Is protein powder safe? What every athlete should know

Theres whey protein, soy protein, pea protein, and more. Do these protein powders legitimately help with weight loss and muscle building? We chatted with the panel of experts to find out.

What are the benefits of protein powder?
Heres how protein powders could aid weight loss and toning: Protein powders contain, well, protein. And everyone requires protein. How much depends on things like your gender, age, activity level and health. Someone who is regularly practice, whether its an activity like running or strength training( or both ), requires extra protein. Protein before a workout helps make amino acids available to your torso so it doesnt use the protein in your muscles to fuel a workout and protein post workout helps repair damage to your muscles that occurred during the course of its workout, helping to prevent injury and also helping to construct those muscles bigger and stronger.

But does that protein need to come from a powder, versus a meat? Nope. Protein powder doesnt have any magical powers when it comes to weight loss or muscle building, Mandy Enright, MS, RDN, a registered yoga educator and inventor of the couples nutrition blog Nutrition Nuptials, told Fox News.

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But it can make it easier to get the proper quantity of protein for people who need extra, like jocks, or who have dietary regulations, like vegetarians or vegans. I am a adherent! Tara Collingwood , MS, RDN, team dietitian for Orlando Magic and official nutritionist for runDisney, told Fox News. I like the versatility of protein powders and the fact that you can get so much protein at one time.

Can using protein powders genuinely help you lose weight? And build muscle?
The science is slim when it comes to connecting protein powders and weight loss, Angie Asche, MS, RD, a sports nutritionist and proprietor of Eleat Sport Nutrition , told Fox News. If weight loss results after someone begins using a protein powder as a snack substitution, it would more likely be the outcome of an overall reduced calorie intake, she said.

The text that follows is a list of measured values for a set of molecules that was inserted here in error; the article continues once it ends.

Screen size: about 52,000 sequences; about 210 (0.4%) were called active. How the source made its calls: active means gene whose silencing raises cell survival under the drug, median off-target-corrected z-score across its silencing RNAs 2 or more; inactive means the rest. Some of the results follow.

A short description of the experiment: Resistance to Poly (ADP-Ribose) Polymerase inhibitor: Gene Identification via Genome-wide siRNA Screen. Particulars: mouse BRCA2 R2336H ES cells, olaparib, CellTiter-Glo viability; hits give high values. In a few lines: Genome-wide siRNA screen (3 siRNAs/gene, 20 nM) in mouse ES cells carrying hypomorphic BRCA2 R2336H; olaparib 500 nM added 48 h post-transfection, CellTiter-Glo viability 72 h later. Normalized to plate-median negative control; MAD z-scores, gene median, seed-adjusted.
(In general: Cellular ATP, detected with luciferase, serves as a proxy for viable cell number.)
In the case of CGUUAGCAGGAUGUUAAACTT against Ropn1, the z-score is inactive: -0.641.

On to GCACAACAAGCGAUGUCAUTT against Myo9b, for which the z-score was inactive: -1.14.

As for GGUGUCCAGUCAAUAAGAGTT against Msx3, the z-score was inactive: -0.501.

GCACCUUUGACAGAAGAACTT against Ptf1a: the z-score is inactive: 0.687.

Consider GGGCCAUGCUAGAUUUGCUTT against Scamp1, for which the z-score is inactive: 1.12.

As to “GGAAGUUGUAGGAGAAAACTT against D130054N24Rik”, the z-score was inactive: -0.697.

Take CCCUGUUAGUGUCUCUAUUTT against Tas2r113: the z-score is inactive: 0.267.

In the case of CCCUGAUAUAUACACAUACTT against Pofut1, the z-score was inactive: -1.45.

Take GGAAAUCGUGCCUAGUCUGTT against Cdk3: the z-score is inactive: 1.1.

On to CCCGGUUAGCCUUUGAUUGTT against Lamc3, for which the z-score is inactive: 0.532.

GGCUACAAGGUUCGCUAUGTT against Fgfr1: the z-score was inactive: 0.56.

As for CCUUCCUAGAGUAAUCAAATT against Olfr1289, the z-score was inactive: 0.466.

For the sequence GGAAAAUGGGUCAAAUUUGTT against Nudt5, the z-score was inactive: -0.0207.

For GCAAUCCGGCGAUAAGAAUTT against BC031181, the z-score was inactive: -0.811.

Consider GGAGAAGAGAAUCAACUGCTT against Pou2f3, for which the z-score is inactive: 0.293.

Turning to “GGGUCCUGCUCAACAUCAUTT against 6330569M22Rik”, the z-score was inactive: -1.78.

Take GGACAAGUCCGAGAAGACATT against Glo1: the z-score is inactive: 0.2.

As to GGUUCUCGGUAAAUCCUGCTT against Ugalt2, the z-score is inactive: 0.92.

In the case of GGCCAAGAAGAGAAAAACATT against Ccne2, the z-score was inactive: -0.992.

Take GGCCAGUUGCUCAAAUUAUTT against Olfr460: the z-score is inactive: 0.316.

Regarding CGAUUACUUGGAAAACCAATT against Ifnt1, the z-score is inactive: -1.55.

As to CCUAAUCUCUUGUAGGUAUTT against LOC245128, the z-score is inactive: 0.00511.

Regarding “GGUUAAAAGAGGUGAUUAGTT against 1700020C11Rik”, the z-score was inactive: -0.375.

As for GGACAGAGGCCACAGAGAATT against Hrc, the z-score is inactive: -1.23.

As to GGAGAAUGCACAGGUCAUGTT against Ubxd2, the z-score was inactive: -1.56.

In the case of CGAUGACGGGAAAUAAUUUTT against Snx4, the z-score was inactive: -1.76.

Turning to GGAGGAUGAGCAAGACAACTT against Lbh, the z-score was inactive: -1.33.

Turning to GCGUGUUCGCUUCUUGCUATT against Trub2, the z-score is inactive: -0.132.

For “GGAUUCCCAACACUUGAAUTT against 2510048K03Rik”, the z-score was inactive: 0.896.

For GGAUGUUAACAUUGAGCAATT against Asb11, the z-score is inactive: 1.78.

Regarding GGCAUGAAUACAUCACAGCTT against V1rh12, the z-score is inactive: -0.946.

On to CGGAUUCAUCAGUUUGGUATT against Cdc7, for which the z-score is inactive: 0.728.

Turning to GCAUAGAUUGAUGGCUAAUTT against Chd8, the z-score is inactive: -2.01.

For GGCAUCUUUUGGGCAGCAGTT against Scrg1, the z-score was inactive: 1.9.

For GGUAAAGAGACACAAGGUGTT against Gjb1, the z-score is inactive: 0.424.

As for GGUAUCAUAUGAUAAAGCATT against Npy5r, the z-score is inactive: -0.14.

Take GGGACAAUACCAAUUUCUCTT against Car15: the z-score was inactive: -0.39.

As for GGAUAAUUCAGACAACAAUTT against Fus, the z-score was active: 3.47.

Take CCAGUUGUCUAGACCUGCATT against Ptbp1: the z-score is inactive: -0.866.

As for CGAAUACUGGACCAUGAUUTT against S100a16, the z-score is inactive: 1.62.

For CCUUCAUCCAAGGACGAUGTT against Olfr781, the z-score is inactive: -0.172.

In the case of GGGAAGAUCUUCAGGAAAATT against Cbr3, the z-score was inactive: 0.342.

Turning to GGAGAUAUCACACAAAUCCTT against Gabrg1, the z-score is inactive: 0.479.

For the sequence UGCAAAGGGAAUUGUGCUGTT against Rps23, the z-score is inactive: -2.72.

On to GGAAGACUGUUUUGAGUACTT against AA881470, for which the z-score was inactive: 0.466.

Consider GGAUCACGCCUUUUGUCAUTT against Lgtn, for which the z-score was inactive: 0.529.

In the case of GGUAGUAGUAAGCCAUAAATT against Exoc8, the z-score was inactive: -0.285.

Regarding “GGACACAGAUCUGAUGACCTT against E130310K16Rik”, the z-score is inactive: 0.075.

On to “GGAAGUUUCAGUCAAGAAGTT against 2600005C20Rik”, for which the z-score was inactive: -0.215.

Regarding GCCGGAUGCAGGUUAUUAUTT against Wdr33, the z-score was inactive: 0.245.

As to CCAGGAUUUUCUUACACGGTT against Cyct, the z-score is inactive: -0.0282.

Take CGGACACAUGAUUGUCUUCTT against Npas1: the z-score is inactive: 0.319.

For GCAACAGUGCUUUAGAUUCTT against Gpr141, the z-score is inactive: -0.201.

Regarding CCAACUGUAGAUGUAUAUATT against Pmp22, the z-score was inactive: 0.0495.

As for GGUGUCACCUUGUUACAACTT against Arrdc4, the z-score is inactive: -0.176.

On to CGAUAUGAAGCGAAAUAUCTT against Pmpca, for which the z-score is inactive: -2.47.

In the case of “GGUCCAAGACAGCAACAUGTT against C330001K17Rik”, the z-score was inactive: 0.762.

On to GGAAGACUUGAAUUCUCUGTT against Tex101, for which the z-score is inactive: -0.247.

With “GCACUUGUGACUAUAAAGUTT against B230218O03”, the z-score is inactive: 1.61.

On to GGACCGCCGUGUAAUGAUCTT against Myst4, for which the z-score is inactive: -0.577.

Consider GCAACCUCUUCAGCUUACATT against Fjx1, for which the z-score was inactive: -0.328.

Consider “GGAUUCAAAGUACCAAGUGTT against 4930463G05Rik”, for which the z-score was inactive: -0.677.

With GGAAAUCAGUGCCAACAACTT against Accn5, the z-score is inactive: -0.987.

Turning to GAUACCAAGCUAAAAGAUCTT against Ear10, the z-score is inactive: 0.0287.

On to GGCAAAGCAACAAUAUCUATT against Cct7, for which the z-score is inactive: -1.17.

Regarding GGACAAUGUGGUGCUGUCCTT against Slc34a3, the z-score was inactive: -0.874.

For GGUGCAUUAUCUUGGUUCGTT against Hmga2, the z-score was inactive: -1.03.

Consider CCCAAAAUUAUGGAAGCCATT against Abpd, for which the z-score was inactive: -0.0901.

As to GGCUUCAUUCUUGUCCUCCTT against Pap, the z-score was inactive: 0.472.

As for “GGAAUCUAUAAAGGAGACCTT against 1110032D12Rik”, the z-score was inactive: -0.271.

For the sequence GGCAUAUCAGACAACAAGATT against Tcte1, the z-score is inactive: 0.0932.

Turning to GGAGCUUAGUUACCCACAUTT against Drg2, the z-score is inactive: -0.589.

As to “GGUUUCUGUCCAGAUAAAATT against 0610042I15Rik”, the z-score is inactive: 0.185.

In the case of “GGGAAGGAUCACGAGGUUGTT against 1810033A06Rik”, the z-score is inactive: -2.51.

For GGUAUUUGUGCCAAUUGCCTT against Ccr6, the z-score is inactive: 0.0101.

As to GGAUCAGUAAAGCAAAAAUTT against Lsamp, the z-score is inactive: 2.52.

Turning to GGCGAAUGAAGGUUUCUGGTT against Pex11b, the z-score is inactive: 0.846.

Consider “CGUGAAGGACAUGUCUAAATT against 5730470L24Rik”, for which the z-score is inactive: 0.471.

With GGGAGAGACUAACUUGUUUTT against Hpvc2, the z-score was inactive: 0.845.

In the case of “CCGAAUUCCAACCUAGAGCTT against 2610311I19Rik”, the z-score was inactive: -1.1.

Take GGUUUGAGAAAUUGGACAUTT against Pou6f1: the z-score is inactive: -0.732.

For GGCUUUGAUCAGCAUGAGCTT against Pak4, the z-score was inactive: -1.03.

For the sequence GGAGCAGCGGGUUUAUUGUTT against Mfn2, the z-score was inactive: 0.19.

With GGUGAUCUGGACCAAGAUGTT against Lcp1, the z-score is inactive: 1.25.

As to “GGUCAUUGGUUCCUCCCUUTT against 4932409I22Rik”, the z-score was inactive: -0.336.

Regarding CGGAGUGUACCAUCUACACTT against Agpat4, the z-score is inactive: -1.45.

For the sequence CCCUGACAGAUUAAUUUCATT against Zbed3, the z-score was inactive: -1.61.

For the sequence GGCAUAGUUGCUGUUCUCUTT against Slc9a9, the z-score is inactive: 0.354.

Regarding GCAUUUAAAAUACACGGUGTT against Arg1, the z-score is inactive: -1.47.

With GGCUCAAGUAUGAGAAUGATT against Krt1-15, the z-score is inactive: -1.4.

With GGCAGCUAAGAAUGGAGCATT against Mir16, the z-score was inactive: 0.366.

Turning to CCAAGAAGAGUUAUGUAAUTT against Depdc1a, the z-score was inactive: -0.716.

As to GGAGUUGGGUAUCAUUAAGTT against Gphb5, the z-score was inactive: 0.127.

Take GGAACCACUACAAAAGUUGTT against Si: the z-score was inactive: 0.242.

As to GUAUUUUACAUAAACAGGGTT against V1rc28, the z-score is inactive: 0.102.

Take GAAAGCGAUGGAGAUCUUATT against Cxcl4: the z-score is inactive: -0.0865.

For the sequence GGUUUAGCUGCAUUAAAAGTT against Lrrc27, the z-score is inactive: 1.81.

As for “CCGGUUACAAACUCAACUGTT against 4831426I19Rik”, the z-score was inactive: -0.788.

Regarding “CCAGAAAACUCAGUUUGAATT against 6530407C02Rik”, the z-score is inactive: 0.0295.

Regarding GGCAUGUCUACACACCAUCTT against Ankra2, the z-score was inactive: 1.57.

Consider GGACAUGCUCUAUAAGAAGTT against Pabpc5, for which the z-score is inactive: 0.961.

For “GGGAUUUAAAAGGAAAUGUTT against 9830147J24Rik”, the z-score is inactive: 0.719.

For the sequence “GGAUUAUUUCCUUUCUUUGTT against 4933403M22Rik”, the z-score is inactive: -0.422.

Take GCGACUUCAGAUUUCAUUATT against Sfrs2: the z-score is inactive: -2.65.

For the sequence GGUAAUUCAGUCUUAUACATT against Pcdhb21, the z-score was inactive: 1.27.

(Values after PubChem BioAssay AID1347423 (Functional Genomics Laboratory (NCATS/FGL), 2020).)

On the other hand, there is science to connect protein powders with muscle building. Most protein powders whether milk, whey, or flower based are considered complete proteins, Asche said. This entails protein powders typically contain all the essential amino acids your torso needs to mend tissues, and build and maintain muscle mass. And complete proteins contain branched-chain amino acids( BCAAs ), which work to help gasoline working muscles, encourage protein synthesis, and promote muscle recuperation, Asche said.

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Much of that research is tied to whey protein powders. I typically recommend whey-based protein powders to my patrons, especially athletes, because research shows they are most effective for replenishing tired muscles, Collingwood said.

Is protein powder risky?
Protein in excess of what your torso needs isnt automatically stored as muscle. It might be stored as fat. In addition, too much protein throws strain on the kidneys, can lead to dehydration, bloating, nausea, osteoporosis, and more, Collingwood said.

And, of course, protein powder on its own is not a snack. Blend it with a carbohydrate like oats, a healthy fat like peanut butter, and a fruit or vegetable for a balanced snack. Mix the powders into smoothies, flapjack mixes, oatmeal and more, Collingwood said.

And while its not a risk, protein powder is processed. If you want fewer processed foods in their own lives, then try to get all of your protein through natural food sources, Collingwood said. Try eggs, chicken breast, salmon, milk and more. You can also construct your own protein powder from whole parts like dry milk powder, oats, and almonds try this Homemade Protein Powder recipe from Serena Ball, MS, RD, co-owner of Teaspoon of Spice .

How do you choose a safe protein powder?
All protein powders are not created equal. A big reason: Supplements such as protein powders do not involve FDA approval for marketing. Because of this, they may contain less protein, more carbohydrate, and differing quantities of other parts versus what they label asserts. You run into the risk of not actually knowing what youre consuming, Asche said. Look for one thats NSF Certified for Sport, which entails a product has undergone third-party testing to assure that whats listed on the package is actually in the product. Even if you arent an athlete, I still highly recommend striving out a protein powder with this certification because its gone through rigorous testing to insure it is legit, Asche said.

Amy Gorin is freelance novelist and proprietor of Amy Gorin Nutrition in Jersey City, NJ. Connect with her on Facebook , Instagram , Twitter , and Pinterest .

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